Simply put, a lack of sleep impairs your immune system and increases the risk of catching common cold and flu viruses. Try and regulate your sleeping hours as best as you can, waking up and going to bed around the same time. Your goal is around 7-8 hours of good quality sleep, for the majority of the population, but certainly aim for at least 6 hours of quality sleep.

Minimise all processed foods

While everyone rushes to the supermarkets to fill their cupboards with non-perishable processed foods, it is important to highlight that the consumption of highly processed foods can acutely impair immune function. This is one of the reasons it frustrates me when I see emphasis on calories only when it comes to nutrition guidance by some professionals. Focus your diet on wholefood options and a naturally colourful diet to help support immunity.


Here’s another important one, as everyone freaks out about COVID-19 and they enter into a chronic state of anxiety, the stress responses related to factors that are largely out of their control is most likely contributing to impaired immunity, resulting in a lessening of white blood cells, immune proteins etc, hence increasing their risk of becoming ill.


Unless you find yourself in quarantine, get outdoors in natural sunlight. This is not only good to help with managing sleep and stress, but it can also help to support your Vitamin D levels naturally. Vitamin D can help to prevent upper respiratory infections and at this time of the year, most people’s vitamin D, unless supplementing or living in the southern hemisphere is at least insufficient or potentially deficient. You can even test vitamin D at home these days if that is something that interests you. Testing helps to guide supplement dosing if that is necessary.


I checked the supplement store of one of my trusted suppliers in the UK today as I had a feeling there would be some panic buying going on with regards to supplements, I wasn’t wrong, nearly all vitamin C was sold out, zinc lozenges were completely sold out, many of the vitamin D products were also sold out.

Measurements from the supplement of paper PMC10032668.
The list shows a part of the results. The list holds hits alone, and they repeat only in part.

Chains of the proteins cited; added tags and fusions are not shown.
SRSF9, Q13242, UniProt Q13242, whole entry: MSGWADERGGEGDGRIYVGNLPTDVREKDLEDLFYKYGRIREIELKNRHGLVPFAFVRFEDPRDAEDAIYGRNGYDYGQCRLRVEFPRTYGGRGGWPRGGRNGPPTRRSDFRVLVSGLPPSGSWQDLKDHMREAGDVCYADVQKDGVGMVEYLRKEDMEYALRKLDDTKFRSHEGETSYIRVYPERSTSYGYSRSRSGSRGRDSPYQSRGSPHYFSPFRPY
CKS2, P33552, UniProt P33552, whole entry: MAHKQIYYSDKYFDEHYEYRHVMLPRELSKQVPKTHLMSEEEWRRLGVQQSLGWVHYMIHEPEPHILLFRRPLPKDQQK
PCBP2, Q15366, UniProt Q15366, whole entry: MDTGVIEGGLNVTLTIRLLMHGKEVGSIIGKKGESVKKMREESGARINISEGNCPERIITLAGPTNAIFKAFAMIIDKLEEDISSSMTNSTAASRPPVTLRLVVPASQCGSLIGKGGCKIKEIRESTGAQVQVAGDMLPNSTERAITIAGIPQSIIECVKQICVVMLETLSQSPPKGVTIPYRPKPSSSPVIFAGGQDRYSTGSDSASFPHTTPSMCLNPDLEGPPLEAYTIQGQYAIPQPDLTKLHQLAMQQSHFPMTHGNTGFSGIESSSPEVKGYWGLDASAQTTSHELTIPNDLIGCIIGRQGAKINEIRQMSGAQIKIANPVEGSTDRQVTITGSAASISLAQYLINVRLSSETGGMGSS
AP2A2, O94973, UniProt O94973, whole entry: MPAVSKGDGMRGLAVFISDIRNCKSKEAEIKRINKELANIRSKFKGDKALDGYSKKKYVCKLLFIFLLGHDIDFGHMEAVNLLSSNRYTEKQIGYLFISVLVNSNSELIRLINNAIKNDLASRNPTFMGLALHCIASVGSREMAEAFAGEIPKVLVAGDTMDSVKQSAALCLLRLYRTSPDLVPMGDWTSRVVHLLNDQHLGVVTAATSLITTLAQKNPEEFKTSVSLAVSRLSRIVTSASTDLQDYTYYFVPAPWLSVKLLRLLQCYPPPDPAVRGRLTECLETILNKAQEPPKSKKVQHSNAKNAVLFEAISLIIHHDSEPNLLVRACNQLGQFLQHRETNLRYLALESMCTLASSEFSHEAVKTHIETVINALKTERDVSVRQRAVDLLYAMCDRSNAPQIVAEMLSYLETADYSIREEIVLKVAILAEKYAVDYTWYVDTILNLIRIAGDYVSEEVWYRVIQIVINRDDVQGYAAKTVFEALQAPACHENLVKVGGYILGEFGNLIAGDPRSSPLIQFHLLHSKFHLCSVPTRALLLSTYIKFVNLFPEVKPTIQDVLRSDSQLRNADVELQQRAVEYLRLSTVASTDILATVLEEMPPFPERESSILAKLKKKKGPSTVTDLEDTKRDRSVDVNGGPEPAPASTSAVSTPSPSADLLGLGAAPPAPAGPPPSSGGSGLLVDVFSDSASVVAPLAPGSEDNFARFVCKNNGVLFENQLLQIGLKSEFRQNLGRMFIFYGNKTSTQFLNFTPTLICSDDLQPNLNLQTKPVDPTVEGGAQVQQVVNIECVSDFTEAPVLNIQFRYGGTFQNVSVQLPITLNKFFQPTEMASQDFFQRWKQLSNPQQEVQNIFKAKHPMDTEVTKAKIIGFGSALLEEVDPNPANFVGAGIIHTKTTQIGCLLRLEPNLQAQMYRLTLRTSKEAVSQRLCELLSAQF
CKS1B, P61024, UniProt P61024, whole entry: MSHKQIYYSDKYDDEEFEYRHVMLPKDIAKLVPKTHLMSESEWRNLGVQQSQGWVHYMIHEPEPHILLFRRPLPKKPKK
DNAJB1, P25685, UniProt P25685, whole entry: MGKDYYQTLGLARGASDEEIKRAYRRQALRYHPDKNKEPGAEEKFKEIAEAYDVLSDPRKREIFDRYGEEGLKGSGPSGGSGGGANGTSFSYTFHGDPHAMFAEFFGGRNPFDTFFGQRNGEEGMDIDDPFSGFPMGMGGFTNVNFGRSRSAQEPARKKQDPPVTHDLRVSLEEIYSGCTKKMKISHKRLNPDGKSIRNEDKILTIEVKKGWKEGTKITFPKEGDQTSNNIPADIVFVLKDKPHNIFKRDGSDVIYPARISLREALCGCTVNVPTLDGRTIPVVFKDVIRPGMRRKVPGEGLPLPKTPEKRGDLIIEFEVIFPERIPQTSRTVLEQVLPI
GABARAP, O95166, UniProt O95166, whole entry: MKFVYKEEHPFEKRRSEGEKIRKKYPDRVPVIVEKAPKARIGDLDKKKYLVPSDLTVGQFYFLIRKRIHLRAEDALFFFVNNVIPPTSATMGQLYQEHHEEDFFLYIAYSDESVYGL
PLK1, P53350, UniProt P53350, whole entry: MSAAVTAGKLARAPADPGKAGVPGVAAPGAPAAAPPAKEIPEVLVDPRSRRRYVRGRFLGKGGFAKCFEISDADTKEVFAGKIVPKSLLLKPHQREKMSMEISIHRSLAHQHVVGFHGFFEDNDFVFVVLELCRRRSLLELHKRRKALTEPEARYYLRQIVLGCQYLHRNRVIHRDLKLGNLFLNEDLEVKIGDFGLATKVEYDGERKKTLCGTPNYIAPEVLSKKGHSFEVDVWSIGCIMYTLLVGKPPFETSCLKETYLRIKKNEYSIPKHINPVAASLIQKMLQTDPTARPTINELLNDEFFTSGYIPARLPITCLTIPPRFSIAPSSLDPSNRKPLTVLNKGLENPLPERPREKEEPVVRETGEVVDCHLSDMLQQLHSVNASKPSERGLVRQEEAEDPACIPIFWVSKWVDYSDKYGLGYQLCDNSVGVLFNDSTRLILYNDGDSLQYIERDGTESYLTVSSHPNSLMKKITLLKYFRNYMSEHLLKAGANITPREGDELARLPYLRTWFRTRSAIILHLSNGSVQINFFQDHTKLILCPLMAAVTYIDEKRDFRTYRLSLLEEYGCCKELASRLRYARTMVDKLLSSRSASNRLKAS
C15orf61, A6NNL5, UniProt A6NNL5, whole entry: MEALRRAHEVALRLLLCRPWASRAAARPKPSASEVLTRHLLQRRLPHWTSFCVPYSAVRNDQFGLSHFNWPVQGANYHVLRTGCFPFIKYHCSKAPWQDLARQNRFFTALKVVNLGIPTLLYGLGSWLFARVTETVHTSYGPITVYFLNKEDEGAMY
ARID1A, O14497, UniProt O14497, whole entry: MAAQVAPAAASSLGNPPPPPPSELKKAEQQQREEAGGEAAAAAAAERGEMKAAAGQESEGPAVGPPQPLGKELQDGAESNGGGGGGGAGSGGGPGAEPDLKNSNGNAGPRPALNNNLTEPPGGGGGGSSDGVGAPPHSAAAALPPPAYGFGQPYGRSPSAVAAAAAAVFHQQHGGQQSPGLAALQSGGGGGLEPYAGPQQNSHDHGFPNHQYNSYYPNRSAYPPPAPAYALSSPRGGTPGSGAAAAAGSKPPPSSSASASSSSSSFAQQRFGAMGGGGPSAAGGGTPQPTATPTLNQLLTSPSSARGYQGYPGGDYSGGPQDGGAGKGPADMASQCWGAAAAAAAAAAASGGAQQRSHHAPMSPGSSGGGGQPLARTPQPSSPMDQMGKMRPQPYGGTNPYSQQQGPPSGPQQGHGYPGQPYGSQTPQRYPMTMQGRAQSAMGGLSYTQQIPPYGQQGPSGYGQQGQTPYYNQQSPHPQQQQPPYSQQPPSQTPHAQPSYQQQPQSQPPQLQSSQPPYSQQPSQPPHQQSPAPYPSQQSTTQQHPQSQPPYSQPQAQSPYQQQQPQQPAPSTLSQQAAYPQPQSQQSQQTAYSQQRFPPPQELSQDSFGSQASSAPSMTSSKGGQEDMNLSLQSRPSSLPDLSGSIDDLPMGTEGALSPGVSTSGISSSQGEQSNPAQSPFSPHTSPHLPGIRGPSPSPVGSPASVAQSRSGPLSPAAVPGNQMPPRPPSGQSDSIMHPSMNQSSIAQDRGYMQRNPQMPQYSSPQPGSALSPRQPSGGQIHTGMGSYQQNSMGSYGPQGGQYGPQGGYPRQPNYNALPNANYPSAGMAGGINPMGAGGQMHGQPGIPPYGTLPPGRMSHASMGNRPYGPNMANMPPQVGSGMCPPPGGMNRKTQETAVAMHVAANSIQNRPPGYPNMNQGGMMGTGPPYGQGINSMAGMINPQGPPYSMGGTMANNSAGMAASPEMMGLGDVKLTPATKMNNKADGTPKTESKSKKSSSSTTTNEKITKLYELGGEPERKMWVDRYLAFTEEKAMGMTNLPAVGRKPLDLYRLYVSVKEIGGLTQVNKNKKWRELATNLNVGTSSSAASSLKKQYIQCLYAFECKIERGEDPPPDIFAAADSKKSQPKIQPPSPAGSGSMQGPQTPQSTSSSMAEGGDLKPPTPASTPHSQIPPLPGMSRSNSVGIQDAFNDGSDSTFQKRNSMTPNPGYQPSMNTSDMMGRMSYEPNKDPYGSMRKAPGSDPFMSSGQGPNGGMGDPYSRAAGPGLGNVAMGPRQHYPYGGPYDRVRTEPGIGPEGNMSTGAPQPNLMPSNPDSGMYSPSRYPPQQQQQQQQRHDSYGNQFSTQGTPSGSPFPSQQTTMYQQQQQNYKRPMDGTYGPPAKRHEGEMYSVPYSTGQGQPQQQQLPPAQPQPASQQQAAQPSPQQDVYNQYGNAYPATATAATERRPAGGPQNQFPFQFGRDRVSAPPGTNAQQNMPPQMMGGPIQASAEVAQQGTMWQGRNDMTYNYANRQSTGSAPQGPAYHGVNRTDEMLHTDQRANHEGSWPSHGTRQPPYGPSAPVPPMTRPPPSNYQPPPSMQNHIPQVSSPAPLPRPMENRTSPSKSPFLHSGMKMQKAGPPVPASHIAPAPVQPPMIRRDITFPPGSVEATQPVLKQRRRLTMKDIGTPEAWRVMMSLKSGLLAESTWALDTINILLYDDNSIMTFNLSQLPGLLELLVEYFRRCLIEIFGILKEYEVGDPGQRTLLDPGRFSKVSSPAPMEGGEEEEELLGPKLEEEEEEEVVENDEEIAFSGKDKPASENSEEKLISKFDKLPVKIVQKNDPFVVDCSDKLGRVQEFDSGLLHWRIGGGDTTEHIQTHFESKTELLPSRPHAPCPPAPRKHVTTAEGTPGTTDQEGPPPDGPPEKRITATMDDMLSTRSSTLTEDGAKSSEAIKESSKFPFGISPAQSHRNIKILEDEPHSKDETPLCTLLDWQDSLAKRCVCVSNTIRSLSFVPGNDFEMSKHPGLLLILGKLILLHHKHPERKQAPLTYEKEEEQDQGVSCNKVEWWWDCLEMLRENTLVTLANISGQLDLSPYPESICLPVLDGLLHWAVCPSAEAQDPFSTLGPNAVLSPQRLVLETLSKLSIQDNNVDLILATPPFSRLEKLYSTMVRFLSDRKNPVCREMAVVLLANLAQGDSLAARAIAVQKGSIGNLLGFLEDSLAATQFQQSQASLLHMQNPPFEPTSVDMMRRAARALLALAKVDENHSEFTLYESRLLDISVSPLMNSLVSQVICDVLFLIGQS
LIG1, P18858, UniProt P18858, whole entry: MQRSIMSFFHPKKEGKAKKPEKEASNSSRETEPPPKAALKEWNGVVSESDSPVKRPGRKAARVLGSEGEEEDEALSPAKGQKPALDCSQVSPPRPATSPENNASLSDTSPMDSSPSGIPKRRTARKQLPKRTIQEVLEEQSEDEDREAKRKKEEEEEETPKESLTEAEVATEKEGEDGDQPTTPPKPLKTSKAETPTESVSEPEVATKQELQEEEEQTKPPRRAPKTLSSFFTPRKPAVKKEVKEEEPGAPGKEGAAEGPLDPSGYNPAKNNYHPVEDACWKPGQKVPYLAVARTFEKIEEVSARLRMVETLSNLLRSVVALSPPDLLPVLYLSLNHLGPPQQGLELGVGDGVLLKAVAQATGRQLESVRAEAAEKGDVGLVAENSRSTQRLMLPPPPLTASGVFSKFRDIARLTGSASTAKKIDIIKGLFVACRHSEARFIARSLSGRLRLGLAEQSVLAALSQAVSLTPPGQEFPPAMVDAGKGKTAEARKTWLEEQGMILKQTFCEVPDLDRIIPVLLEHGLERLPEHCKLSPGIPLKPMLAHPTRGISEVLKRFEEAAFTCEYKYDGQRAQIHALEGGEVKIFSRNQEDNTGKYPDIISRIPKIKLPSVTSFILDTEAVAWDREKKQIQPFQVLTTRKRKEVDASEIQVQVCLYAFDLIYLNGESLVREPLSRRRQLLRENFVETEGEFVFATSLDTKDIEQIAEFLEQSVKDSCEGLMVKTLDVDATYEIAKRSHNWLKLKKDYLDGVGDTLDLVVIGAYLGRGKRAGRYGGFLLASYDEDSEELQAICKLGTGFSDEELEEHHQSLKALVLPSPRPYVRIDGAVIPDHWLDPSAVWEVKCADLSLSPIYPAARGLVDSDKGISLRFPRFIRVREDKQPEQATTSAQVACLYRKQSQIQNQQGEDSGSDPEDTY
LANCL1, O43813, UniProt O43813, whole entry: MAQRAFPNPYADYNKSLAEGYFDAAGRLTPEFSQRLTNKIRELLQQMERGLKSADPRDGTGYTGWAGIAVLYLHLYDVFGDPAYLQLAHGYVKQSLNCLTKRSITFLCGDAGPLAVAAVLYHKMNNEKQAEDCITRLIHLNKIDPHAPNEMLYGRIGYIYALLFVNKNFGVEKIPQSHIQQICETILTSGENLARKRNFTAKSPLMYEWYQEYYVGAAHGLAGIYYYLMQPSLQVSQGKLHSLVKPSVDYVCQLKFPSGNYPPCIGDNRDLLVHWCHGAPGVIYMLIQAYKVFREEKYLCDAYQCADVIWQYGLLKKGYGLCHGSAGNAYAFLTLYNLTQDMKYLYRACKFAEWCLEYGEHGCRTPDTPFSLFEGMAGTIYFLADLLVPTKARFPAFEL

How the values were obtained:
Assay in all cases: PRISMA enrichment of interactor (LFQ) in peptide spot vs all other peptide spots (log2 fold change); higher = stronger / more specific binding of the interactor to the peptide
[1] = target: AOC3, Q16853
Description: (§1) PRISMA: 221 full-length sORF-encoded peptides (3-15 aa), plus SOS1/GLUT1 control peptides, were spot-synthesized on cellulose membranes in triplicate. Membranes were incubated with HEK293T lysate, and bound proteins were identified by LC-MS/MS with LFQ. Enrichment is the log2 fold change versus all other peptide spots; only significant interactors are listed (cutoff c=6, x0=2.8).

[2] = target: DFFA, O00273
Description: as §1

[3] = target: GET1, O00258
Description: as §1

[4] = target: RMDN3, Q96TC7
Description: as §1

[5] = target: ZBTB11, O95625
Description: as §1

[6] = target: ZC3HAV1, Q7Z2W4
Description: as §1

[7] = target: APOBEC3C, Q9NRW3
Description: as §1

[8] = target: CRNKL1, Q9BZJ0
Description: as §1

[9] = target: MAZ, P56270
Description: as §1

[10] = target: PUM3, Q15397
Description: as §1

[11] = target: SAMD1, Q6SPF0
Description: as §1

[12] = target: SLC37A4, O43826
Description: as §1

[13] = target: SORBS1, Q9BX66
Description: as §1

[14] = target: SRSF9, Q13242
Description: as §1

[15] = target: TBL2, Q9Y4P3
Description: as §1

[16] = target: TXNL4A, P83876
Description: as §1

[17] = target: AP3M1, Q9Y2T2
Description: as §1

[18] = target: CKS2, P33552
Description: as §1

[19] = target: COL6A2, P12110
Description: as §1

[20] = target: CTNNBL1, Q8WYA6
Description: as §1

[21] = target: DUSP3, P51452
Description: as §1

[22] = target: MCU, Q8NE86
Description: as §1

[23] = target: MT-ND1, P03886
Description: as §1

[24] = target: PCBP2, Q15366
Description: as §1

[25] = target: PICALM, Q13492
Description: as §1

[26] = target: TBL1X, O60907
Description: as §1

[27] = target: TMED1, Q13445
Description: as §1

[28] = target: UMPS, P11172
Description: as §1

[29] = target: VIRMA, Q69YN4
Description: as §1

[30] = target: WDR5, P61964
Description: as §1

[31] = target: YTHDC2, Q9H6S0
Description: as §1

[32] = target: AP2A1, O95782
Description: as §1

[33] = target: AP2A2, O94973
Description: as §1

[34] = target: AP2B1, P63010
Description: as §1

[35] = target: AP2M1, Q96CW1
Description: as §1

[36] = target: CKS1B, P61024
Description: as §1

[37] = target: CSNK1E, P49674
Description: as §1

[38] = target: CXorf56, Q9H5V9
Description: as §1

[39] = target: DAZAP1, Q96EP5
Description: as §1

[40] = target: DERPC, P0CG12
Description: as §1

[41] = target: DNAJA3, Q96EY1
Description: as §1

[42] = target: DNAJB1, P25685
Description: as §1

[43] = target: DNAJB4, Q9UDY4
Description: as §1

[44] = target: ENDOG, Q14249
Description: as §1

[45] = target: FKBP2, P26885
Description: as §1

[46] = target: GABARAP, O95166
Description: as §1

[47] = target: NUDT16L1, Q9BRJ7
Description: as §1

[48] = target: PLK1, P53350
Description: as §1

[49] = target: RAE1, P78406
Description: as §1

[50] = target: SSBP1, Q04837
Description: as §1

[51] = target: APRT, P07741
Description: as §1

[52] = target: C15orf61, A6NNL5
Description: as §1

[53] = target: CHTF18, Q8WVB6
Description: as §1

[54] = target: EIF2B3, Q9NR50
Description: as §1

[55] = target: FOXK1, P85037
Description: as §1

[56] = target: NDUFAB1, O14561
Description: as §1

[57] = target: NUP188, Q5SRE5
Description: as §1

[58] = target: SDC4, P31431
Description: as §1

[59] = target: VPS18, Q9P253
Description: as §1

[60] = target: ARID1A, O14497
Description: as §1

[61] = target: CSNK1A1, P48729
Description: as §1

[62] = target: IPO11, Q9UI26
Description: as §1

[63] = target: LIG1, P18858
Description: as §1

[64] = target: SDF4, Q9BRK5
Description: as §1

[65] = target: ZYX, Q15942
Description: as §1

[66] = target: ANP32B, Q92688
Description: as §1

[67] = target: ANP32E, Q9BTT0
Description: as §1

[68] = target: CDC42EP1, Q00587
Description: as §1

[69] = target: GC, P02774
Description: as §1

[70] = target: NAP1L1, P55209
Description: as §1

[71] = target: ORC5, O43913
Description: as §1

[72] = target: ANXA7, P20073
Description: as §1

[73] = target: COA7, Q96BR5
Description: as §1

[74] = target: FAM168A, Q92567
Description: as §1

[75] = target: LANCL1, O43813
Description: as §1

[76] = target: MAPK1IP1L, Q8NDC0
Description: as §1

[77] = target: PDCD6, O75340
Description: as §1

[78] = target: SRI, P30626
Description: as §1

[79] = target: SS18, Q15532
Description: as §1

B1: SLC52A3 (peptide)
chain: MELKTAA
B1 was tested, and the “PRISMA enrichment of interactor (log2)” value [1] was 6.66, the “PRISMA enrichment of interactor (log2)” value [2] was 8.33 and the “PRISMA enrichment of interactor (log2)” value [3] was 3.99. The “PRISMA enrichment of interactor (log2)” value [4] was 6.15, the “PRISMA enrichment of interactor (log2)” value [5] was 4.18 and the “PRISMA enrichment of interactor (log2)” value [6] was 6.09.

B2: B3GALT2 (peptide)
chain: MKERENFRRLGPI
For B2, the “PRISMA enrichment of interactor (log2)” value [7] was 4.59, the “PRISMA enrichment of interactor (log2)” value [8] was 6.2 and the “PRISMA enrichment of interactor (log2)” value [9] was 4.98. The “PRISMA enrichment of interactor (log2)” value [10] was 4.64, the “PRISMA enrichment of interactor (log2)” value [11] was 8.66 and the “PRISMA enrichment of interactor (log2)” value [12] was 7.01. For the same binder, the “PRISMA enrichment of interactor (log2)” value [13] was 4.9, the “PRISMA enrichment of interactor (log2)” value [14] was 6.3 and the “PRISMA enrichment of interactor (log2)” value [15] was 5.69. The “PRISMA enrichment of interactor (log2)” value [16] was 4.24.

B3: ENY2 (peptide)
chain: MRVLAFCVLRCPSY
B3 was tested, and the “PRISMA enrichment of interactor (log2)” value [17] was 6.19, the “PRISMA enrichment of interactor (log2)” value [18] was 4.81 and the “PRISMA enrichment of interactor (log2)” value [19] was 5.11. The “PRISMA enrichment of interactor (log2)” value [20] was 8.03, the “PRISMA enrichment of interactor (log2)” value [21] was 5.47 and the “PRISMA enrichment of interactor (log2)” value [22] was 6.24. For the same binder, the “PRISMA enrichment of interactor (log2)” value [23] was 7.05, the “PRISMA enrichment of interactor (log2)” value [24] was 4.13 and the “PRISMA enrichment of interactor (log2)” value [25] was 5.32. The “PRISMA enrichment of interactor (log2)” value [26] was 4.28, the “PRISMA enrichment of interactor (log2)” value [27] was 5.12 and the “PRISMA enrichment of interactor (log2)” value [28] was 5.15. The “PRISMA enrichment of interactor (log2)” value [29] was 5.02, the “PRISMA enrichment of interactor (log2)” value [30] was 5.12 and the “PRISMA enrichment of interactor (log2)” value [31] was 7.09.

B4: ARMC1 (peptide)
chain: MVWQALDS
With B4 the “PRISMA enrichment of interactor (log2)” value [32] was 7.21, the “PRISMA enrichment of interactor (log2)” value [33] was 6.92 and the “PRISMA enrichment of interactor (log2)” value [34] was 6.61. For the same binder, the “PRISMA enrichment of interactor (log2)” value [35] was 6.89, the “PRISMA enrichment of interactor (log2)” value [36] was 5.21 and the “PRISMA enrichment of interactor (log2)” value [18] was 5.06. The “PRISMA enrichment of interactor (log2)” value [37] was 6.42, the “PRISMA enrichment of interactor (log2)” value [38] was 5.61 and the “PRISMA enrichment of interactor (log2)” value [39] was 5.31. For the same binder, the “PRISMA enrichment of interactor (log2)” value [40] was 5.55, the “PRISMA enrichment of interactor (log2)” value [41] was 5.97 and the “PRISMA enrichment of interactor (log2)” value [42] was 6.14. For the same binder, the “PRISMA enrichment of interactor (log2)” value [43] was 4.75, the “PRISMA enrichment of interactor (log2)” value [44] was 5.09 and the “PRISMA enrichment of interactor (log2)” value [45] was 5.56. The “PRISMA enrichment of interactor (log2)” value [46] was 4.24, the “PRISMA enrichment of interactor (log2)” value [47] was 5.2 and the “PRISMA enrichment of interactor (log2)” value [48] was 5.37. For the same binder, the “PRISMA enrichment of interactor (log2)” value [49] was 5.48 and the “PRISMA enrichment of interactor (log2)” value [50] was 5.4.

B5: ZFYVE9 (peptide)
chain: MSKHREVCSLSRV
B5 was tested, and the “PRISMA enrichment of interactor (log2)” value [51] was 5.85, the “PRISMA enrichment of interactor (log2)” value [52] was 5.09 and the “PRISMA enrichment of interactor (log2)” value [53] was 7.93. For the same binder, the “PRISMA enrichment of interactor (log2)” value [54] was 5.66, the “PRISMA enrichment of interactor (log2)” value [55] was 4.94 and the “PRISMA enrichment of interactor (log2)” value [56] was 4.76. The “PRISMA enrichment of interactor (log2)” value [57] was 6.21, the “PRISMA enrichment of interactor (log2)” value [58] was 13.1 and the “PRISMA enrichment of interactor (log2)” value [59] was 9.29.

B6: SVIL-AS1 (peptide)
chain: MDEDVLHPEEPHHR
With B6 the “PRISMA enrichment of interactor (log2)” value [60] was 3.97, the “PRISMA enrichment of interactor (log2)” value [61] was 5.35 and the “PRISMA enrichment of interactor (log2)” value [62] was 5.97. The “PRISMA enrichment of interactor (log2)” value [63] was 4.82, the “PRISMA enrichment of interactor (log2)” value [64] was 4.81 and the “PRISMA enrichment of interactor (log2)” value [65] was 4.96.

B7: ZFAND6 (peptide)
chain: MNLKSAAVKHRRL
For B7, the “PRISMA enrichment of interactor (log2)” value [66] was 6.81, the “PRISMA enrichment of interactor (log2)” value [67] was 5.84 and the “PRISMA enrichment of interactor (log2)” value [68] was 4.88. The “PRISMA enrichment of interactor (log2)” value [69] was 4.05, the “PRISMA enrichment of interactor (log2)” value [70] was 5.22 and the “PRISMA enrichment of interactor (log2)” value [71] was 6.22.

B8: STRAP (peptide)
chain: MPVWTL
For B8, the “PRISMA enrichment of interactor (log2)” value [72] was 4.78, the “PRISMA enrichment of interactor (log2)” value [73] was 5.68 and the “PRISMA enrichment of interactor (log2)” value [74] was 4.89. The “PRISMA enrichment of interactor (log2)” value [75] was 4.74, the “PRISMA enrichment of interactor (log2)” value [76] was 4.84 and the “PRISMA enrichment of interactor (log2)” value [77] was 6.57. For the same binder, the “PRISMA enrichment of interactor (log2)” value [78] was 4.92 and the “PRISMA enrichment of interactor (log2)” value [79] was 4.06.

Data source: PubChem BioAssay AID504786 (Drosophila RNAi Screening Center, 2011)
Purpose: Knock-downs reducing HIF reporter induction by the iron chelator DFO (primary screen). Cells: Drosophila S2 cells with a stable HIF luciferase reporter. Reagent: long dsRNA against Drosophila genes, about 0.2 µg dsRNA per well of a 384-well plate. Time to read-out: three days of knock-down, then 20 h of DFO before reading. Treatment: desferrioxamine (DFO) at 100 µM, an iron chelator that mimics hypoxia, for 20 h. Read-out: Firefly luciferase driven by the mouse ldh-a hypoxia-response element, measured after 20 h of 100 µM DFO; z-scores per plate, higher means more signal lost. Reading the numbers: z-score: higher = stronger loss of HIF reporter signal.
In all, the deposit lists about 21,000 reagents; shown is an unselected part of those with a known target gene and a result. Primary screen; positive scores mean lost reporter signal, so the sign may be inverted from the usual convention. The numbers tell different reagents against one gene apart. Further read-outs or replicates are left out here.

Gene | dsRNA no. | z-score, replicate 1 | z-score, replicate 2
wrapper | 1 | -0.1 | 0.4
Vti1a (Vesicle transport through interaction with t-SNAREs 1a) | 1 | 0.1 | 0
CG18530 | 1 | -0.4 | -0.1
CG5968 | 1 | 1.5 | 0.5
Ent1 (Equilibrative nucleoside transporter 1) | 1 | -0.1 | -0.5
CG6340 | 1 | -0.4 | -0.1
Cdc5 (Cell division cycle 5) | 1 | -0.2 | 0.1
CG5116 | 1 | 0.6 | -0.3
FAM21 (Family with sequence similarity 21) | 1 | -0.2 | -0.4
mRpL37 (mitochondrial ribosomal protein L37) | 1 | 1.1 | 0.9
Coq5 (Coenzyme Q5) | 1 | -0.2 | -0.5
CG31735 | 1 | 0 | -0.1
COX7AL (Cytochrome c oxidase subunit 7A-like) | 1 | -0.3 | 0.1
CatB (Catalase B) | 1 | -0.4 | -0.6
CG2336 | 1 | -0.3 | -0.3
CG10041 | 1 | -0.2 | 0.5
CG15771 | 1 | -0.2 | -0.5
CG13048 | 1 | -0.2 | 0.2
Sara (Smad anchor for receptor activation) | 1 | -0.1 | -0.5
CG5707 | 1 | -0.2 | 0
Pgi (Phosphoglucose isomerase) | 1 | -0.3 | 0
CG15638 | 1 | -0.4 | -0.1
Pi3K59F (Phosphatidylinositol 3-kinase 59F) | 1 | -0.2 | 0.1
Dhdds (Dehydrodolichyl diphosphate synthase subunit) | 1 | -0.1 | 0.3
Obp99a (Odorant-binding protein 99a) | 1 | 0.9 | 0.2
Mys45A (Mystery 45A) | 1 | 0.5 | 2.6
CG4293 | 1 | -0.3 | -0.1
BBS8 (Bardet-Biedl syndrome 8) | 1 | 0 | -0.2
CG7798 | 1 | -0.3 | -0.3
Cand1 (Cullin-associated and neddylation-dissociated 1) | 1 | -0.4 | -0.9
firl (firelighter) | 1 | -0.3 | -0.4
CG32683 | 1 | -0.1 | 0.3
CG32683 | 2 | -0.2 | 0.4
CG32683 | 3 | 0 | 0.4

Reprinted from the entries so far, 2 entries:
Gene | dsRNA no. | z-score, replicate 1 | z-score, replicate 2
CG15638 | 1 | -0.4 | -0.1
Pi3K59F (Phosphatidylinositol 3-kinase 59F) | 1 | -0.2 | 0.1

Are nutritional supplements something that could help? The reality is, we don’t know. We don’t know what this virus responds or doesn’t respond to. At the moment there are around 80 clinical trials going on in China alone on COVID-19 using various pharmaceuticals and also natural substances. All we can do when it comes to nutritional supplements is look at their history with other viruses and immune function.

Here are some supplemental considerations:

  • Vitamin D – History of helping with upper respiratory infections.
  • Vitamin C – Can reduce the duration of cold and flu symptoms in older people.
  • Zinc oral lozenges – may help to inhibit viral replication in the throat. Normal oral zinc supplementation does not have the same effect but may support immune function in general if one has a zinc insufficiency.
  • Other herbs or food products that may be useful for general immunity include astragalus, echinacea, garlic, African geranium, ashwagandha.

This certainly does not mean going out and buying these items, in fact if you are a low risk individual, you might be best leaving those items so that they high risk individuals have access to things that may help to support their immune systems.

Steve Grant Health Consultancy Service

I will continue to operate out of my clinic spaces, assuming I remain healthy and free from any symptoms of COVID-19. In the event that clients would rather avoid public transport or travelling to my clinic spaces we do already offer video consultations using the likes of Skype, Facetime, Zoom, WhatsApp etc.

As far as I am concerned, we should be very mindful of the vulnerable that are close to us and we should do what we can to protect them and ensure that all adequate resources and supplies are available for the high-risk individuals.

Please continue to follow the advice of the NHS and WHO, but importantly consider how you can manage what is controllable to you and try to avoid getting drawn into sensationalism by the mass media and a general state of stress and anxiety. Your controllable areas are what you eat, sleep, stress management, washing hands and general hygiene practices as well as being mindful about your contact with the more vulnerable, without isolating them completely.

Much like I can use video calls to speak with clients, regular video-based contact with loved ones that are vulnerable to check on their physical and emotional health I feel is important. Loneliness and social isolation is a significant factor in lowering ones immune response, so even if you cannot be with someone in person, reach out to them to prevent loneliness and the feels of isolation.